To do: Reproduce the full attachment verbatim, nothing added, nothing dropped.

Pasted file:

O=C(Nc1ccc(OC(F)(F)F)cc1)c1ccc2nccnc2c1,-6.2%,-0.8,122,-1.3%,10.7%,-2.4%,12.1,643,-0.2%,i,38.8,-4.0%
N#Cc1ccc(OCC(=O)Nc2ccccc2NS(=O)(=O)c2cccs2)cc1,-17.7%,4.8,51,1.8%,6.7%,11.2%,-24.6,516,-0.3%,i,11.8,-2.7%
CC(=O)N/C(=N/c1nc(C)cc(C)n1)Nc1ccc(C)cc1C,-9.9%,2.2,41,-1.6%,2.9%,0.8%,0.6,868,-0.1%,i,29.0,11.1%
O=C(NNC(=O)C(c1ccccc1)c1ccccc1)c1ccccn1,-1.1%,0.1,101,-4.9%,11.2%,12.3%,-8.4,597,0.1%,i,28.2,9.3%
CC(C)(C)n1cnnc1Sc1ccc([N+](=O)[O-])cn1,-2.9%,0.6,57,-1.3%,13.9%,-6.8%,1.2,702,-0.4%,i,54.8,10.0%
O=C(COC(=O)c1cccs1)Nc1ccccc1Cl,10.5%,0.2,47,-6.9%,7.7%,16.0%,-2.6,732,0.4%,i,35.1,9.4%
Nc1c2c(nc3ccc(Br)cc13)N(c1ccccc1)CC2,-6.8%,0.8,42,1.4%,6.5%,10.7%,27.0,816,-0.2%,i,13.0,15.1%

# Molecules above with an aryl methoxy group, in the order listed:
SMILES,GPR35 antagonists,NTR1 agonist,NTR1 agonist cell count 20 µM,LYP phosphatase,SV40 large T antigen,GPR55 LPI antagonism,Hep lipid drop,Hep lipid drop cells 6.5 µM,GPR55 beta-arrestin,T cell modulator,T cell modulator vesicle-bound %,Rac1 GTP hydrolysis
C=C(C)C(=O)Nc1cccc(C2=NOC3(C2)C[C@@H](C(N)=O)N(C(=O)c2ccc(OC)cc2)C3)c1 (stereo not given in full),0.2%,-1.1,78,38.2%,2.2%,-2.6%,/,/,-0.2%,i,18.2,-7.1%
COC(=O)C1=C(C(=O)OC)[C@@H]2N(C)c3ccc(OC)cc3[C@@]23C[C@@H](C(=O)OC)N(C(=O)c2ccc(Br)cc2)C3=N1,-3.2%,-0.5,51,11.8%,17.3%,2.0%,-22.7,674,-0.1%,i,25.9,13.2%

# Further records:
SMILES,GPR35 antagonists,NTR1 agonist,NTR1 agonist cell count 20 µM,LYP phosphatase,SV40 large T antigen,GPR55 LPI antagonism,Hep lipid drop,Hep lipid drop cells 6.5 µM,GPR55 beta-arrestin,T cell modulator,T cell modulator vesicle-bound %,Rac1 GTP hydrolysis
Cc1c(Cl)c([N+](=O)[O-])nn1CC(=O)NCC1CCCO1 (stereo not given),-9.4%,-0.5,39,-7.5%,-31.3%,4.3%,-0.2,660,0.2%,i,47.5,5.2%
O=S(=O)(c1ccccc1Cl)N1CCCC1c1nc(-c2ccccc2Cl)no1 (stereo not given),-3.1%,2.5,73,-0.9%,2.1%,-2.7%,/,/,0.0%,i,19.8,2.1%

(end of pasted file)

O=C(Nc1ccc(OC(F)(F)F)cc1)c1ccc2nccnc2c1,-6.2%,-0.8,122,-1.3%,10.7%,-2.4%,12.1,643,-0.2%,i,38.8,-4.0%
N#Cc1ccc(OCC(=O)Nc2ccccc2NS(=O)(=O)c2cccs2)cc1,-17.7%,4.8,51,1.8%,6.7%,11.2%,-24.6,516,-0.3%,i,11.8,-2.7%
CC(=O)N/C(=N/c1nc(C)cc(C)n1)Nc1ccc(C)cc1C,-9.9%,2.2,41,-1.6%,2.9%,0.8%,0.6,868,-0.1%,i,29.0,11.1%
O=C(NNC(=O)C(c1ccccc1)c1ccccc1)c1ccccn1,-1.1%,0.1,101,-4.9%,11.2%,12.3%,-8.4,597,0.1%,i,28.2,9.3%
CC(C)(C)n1cnnc1Sc1ccc([N+](=O)[O-])cn1,-2.9%,0.6,57,-1.3%,13.9%,-6.8%,1.2,702,-0.4%,i,54.8,10.0%
O=C(COC(=O)c1cccs1)Nc1ccccc1Cl,10.5%,0.2,47,-6.9%,7.7%,16.0%,-2.6,732,0.4%,i,35.1,9.4%
Nc1c2c(nc3ccc(Br)cc13)N(c1ccccc1)CC2,-6.8%,0.8,42,1.4%,6.5%,10.7%,27.0,816,-0.2%,i,13.0,15.1%

# Molecules above with an aryl methoxy group, in the order listed:
SMILES,GPR35 antagonists,NTR1 agonist,NTR1 agonist cell count 20 µM,LYP phosphatase,SV40 large T antigen,GPR55 LPI antagonism,Hep lipid drop,Hep lipid drop cells 6.5 µM,GPR55 beta-arrestin,T cell modulator,T cell modulator vesicle-bound %,Rac1 GTP hydrolysis
C=C(C)C(=O)Nc1cccc(C2=NOC3(C2)C[C@@H](C(N)=O)N(C(=O)c2ccc(OC)cc2)C3)c1 (stereo not given in full),0.2%,-1.1,78,38.2%,2.2%,-2.6%,/,/,-0.2%,i,18.2,-7.1%
COC(=O)C1=C(C(=O)OC)[C@@H]2N(C)c3ccc(OC)cc3[C@@]23C[C@@H](C(=O)OC)N(C(=O)c2ccc(Br)cc2)C3=N1,-3.2%,-0.5,51,11.8%,17.3%,2.0%,-22.7,674,-0.1%,i,25.9,13.2%

# Further records:
SMILES,GPR35 antagonists,NTR1 agonist,NTR1 agonist cell count 20 µM,LYP phosphatase,SV40 large T antigen,GPR55 LPI antagonism,Hep lipid drop,Hep lipid drop cells 6.5 µM,GPR55 beta-arrestin,T cell modulator,T cell modulator vesicle-bound %,Rac1 GTP hydrolysis
Cc1c(Cl)c([N+](=O)[O-])nn1CC(=O)NCC1CCCO1 (stereo not given),-9.4%,-0.5,39,-7.5%,-31.3%,4.3%,-0.2,660,0.2%,i,47.5,5.2%
O=S(=O)(c1ccccc1Cl)N1CCCC1c1nc(-c2ccccc2Cl)no1 (stereo not given),-3.1%,2.5,73,-0.9%,2.1%,-2.7%,/,/,0.0%,i,19.8,2.1%